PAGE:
• The company is a separate legal entity allowing it to sue and be sued;
  • Business earning belong to the company, thus changing the rate of taxation on business income; and
  • Wider access to capital is available.

These elements offer greater protection and improved barrowing capability whilst shifting the tax and legal obligations to the company instead of you. So, what is that catch? The downsides of a company structure includes: –

  • A higher set up and running costs associated;
  • Directors must comply with their obligations under the Corporations Act 2001;
  • Higher administrative and reporting requirements including annual company tax return and directors to complete a declaration of solvency each year; and
  • Company is owned by shareholders potentially giving you less control over business decisions.


The partnership structure is a simple and relatively inexpensive business structure. There are a number of types of partnership structures you can consider. These include a General Partnership, Limited Partnership, and Incorporated Limited Partnership. Each of these have differing levels of liability ranging from unlimited for General Partnerships too limited liability under limited partnerships and a mix of limited and unlimited in Incorporated Limited Partnership. There are a range of benefits that arise out of the partnership structure and include: –

  • There are low reporting requirements when compared to a company structure and trust;
  • There is flexibility in the level of exposure to liability depending on which structure is chosen; and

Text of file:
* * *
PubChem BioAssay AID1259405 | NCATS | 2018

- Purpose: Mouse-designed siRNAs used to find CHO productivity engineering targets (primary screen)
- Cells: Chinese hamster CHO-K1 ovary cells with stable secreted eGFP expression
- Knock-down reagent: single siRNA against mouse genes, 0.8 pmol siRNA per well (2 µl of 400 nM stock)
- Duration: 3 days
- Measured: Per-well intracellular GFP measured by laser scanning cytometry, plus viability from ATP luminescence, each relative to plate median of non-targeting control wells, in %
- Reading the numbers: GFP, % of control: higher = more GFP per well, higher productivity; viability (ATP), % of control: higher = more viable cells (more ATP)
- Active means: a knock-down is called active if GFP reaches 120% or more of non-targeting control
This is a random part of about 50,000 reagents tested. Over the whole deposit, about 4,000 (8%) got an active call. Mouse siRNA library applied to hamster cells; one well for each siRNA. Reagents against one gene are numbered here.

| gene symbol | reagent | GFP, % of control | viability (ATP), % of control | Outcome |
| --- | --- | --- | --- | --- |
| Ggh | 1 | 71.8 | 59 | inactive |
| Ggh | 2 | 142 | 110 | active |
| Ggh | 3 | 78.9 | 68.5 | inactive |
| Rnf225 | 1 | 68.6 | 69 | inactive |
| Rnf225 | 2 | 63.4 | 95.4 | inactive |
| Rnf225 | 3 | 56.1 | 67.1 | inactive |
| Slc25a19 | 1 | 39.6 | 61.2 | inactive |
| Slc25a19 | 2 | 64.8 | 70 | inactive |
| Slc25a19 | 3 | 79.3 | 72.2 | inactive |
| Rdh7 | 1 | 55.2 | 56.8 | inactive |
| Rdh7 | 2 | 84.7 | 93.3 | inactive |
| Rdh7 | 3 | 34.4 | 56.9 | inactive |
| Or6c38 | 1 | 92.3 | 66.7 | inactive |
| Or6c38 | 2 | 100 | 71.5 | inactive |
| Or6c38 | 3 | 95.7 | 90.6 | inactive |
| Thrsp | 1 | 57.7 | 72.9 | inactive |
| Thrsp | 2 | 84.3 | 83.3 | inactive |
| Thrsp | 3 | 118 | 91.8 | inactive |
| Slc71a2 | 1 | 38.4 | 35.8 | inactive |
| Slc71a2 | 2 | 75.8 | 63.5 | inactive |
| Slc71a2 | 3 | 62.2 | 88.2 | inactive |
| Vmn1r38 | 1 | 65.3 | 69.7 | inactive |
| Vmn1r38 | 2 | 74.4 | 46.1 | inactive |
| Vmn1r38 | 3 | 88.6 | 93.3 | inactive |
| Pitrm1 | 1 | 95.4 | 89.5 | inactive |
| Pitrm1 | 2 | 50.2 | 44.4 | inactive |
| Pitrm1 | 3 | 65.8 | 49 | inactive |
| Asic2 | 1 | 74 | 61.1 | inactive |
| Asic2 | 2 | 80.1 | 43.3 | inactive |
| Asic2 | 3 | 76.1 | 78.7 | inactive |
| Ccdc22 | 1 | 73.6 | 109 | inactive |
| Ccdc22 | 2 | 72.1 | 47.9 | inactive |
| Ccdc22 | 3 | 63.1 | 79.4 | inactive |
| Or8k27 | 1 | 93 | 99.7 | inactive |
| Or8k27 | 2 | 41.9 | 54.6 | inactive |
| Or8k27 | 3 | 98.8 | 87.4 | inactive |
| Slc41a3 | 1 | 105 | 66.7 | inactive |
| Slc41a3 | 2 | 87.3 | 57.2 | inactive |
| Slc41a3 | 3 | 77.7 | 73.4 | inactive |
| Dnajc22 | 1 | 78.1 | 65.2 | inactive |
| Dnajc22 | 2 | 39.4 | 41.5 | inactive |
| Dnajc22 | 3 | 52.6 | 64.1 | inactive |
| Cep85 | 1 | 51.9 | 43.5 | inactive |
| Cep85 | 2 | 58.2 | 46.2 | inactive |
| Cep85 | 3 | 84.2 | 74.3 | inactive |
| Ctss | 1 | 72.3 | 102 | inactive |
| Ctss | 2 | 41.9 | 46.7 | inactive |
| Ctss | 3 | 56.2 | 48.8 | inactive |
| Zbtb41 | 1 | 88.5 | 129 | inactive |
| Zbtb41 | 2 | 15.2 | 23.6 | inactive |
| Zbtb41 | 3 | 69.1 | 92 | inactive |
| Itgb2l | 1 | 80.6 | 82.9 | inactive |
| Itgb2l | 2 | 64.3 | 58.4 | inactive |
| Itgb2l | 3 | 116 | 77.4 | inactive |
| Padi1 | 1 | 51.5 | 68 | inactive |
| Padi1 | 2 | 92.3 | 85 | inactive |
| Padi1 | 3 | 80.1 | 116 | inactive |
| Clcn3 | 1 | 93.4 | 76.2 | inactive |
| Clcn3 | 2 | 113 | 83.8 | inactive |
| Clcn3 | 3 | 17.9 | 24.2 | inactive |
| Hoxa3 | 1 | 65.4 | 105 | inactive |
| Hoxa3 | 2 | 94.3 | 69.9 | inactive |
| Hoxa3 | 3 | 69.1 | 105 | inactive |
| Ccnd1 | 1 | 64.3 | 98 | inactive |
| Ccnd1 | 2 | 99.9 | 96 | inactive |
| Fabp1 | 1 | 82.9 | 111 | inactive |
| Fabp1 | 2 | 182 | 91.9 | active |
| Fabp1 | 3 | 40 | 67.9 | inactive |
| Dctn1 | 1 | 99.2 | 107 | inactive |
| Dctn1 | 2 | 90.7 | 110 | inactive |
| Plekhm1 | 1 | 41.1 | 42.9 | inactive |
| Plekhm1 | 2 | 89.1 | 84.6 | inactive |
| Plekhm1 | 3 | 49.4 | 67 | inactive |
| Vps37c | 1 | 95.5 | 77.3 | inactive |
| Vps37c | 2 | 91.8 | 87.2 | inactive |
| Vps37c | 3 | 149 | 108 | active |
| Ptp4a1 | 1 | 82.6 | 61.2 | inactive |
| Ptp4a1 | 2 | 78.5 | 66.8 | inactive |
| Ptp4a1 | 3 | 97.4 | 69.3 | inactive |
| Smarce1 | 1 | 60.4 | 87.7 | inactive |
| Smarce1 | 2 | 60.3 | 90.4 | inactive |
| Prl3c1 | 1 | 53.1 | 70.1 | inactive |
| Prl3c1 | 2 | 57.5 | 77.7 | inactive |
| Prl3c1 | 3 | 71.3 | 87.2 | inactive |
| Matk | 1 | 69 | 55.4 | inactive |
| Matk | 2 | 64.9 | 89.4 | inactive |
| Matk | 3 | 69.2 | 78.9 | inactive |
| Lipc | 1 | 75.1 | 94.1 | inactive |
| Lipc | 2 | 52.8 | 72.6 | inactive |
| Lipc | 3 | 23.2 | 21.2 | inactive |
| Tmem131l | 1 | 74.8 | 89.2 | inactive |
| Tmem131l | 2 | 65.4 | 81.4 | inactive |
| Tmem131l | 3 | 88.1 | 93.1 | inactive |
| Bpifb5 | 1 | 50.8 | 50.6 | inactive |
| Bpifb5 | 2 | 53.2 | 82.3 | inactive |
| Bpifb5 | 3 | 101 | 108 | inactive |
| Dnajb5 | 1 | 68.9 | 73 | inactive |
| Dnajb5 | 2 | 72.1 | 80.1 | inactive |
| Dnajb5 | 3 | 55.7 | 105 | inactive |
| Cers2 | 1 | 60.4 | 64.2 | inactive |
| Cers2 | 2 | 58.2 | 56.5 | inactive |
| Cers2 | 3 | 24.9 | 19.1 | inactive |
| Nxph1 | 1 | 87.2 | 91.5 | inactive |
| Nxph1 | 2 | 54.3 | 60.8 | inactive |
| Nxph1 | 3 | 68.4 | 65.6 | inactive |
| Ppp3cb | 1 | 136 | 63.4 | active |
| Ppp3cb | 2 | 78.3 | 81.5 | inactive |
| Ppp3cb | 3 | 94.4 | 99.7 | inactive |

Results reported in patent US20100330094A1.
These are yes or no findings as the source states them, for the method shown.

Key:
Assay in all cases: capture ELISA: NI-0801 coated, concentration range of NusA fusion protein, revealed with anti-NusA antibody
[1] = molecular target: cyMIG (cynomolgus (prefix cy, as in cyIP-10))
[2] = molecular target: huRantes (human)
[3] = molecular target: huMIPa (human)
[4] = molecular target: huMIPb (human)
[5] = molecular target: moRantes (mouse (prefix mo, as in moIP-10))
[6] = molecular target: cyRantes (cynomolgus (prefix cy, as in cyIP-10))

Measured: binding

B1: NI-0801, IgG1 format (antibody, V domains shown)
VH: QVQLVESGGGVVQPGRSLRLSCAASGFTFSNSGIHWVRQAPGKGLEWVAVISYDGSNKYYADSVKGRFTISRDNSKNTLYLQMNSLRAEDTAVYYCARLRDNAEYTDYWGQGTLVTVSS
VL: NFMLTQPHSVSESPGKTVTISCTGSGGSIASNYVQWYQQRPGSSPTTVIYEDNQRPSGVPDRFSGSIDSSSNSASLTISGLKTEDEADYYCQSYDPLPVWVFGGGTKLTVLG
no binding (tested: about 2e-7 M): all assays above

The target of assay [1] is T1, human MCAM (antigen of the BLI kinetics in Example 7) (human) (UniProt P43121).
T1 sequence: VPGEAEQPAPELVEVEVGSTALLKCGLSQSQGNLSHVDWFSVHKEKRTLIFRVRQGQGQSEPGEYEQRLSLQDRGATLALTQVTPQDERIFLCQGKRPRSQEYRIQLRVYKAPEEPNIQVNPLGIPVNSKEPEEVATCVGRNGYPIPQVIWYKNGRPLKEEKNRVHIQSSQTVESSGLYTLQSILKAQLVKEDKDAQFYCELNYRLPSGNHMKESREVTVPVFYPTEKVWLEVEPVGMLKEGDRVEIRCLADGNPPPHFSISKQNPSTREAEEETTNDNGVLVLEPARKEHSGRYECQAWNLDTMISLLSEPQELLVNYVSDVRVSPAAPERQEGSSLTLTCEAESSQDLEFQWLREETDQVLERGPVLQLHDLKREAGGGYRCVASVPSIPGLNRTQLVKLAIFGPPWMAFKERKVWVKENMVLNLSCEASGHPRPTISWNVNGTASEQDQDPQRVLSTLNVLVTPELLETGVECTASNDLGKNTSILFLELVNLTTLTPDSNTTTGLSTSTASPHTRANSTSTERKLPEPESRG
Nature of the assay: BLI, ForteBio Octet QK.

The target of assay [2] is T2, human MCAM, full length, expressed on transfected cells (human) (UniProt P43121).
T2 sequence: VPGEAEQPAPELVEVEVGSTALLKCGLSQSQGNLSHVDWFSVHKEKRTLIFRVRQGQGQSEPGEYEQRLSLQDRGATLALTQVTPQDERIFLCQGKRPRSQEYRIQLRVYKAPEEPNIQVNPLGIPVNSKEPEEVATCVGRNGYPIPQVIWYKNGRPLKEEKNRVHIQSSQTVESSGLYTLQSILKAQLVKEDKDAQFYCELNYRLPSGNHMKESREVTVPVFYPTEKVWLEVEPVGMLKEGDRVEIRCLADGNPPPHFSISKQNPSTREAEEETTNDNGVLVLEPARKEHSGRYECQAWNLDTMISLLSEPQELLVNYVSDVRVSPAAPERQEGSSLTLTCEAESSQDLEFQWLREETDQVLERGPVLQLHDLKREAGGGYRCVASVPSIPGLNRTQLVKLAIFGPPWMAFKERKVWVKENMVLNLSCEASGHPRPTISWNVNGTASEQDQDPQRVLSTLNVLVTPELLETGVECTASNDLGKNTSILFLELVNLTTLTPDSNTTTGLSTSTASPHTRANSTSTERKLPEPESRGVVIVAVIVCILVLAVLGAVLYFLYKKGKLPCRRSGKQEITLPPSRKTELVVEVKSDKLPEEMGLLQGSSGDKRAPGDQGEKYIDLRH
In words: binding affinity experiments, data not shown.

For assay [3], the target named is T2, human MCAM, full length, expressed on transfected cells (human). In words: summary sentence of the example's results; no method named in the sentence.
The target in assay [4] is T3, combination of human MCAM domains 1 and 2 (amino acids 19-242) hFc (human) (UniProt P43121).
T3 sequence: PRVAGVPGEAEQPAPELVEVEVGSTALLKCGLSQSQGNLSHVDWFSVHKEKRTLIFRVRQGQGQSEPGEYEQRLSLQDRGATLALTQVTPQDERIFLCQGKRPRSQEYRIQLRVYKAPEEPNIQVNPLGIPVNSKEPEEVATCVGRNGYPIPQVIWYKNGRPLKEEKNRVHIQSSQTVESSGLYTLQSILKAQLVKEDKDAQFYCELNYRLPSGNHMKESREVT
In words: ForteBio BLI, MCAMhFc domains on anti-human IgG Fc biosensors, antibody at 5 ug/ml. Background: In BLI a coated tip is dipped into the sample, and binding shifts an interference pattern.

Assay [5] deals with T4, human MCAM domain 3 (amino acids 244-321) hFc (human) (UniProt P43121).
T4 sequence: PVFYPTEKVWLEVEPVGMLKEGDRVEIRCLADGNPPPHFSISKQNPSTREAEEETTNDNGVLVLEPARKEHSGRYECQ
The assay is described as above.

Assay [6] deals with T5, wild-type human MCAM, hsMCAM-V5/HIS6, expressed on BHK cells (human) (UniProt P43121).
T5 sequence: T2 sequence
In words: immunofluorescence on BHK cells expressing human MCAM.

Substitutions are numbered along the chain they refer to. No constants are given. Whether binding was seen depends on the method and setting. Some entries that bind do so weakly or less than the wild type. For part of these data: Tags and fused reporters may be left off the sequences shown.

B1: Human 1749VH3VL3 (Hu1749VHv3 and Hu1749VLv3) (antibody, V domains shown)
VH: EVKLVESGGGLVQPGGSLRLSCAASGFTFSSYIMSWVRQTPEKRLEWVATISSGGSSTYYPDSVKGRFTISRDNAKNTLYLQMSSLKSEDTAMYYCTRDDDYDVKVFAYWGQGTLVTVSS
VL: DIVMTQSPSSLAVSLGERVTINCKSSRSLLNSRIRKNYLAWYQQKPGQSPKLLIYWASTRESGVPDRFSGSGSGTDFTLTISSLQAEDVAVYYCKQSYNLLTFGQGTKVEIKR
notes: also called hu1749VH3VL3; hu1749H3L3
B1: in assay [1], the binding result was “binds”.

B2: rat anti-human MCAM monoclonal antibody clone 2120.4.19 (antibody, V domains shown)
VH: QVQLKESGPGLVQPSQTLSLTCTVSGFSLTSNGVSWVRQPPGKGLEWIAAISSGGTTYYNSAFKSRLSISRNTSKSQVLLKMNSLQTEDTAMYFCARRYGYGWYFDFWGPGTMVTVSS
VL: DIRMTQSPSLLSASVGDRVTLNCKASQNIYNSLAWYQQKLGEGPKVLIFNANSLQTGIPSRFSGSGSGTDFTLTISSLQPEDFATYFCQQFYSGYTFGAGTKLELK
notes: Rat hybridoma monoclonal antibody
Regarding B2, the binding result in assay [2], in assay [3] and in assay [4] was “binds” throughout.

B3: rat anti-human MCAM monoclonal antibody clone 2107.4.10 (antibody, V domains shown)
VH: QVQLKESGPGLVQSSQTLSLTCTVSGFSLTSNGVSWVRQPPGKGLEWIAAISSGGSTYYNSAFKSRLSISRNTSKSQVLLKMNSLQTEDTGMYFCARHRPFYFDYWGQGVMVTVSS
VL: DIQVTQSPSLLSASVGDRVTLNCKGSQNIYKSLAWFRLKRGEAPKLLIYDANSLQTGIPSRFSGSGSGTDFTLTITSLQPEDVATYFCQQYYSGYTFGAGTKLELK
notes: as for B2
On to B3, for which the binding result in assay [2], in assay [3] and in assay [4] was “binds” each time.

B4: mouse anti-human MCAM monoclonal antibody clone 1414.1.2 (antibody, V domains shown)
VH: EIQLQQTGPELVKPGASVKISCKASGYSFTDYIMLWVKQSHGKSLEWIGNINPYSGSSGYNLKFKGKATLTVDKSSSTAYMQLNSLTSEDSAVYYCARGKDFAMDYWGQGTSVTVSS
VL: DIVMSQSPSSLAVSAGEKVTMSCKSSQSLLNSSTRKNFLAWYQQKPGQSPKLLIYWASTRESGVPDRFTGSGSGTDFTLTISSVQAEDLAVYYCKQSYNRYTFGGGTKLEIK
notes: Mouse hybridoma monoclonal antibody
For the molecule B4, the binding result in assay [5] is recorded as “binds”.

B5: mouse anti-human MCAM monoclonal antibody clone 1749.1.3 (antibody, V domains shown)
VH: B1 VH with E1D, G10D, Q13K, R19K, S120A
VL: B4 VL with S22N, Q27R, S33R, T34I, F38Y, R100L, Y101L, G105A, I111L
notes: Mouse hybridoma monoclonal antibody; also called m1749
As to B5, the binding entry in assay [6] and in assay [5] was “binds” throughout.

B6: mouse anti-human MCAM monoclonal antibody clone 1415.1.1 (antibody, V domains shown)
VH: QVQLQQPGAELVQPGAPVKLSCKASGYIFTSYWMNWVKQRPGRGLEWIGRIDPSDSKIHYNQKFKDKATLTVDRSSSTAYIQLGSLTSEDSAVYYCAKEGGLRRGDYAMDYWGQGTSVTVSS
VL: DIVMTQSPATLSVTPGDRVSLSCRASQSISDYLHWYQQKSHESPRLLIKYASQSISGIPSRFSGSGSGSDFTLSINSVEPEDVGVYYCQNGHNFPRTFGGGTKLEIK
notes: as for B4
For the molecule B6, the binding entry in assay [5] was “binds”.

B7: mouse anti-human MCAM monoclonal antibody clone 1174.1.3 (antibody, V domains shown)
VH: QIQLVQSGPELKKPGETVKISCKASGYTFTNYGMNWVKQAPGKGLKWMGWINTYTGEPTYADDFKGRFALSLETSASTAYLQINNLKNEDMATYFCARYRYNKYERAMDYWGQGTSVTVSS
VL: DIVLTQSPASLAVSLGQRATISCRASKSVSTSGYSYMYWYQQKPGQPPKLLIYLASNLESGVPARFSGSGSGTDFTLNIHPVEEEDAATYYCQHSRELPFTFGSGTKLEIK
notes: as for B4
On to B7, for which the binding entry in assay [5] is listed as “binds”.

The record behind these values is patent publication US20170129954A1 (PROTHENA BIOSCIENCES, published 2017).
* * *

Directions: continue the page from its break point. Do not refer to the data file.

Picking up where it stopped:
• You and the partners are the owners and as such have control over business decisions;

Some drawbacks of using one of the partnership structures includes: –

  • The partnership does not pay income tax at the partnership level, rather it is paid at the partner level; and
  • The partnership is required to submit a partnership tax return with the ATO.


Trust structures are a more complex and potentially more expensive business structure option. A trust structure utilises a Trustee which carries out business on the behalf of the trust members and or beneficiaries. The Trustee can be a person or a company. The Trustee is then responsible for the assets of the trust as well as income and any potential losses. Whilst the structure is complicated at face value, don’t let it completely deter you from its benefits. These include: –

  • Assets are highly protected; and
  • Business decision responsibility falls with the Trustee;

With the complexity does come a range of potential drawbacks that you need to be aware of before choosing to operate under a trust structure. These include: –

  • Difficult can arise if you desire to dissolve the trust;
  • The Trustee is required to undertake administrative tasks;
  • Administrative expenses can be high; and
  • Potentially high tax obligations.

In addition, the trust is also required to have a formal trust deed which details the operation of the trust. As a result, legal consultation is also required to correctly set up a trust.

Specific legal advice based on you and your business’s current and future needs may be required to ensure that the correct business structure is chosen from the very beginning. Contact the Robertson Hyetts team to help you get started on your business journey in Bendigo on 03 5434 6666 or in Castlemaine on 03 5472 1588.